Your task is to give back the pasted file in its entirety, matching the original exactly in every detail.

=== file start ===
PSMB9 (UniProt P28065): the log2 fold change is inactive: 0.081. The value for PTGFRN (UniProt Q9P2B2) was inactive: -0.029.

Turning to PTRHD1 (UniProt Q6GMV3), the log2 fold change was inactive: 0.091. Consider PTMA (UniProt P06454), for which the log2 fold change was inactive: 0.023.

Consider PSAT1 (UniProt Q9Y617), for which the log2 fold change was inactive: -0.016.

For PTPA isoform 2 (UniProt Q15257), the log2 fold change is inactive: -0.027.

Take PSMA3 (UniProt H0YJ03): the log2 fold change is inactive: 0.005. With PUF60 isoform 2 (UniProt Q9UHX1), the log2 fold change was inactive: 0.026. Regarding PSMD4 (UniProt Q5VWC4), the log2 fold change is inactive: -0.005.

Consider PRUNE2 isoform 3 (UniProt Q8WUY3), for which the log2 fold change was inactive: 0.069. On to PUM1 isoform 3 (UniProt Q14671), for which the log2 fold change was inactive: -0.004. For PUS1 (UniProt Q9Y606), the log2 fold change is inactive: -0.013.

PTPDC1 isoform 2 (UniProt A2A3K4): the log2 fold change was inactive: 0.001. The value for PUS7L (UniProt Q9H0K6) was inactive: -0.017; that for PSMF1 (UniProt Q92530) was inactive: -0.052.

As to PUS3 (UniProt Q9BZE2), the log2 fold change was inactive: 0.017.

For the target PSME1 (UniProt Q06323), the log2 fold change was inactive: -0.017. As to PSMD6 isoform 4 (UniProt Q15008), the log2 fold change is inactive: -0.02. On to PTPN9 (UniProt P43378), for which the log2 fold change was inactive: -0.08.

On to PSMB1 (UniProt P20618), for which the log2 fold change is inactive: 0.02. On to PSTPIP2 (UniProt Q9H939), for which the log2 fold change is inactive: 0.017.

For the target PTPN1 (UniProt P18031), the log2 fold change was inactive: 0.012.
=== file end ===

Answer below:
PSMB9 (UniProt P28065): the log2 fold change is inactive: 0.081. The value for PTGFRN (UniProt Q9P2B2) was inactive: -0.029.

Turning to PTRHD1 (UniProt Q6GMV3), the log2 fold change was inactive: 0.091. Consider PTMA (UniProt P06454), for which the log2 fold change was inactive: 0.023.

Consider PSAT1 (UniProt Q9Y617), for which the log2 fold change was inactive: -0.016.

For PTPA isoform 2 (UniProt Q15257), the log2 fold change is inactive: -0.027.

Take PSMA3 (UniProt H0YJ03): the log2 fold change is inactive: 0.005. With PUF60 isoform 2 (UniProt Q9UHX1), the log2 fold change was inactive: 0.026. Regarding PSMD4 (UniProt Q5VWC4), the log2 fold change is inactive: -0.005.

Consider PRUNE2 isoform 3 (UniProt Q8WUY3), for which the log2 fold change was inactive: 0.069. On to PUM1 isoform 3 (UniProt Q14671), for which the log2 fold change was inactive: -0.004. For PUS1 (UniProt Q9Y606), the log2 fold change is inactive: -0.013.

PTPDC1 isoform 2 (UniProt A2A3K4): the log2 fold change was inactive: 0.001. The value for PUS7L (UniProt Q9H0K6) was inactive: -0.017; that for PSMF1 (UniProt Q92530) was inactive: -0.052.

As to PUS3 (UniProt Q9BZE2), the log2 fold change was inactive: 0.017.

For the target PSME1 (UniProt Q06323), the log2 fold change was inactive: -0.017. As to PSMD6 isoform 4 (UniProt Q15008), the log2 fold change is inactive: -0.02. On to PTPN9 (UniProt P43378), for which the log2 fold change was inactive: -0.08.

On to PSMB1 (UniProt P20618), for which the log2 fold change is inactive: 0.02. On to PSTPIP2 (UniProt Q9H939), for which the log2 fold change is inactive: 0.017.

For the target PTPN1 (UniProt P18031), the log2 fold change was inactive: 0.012.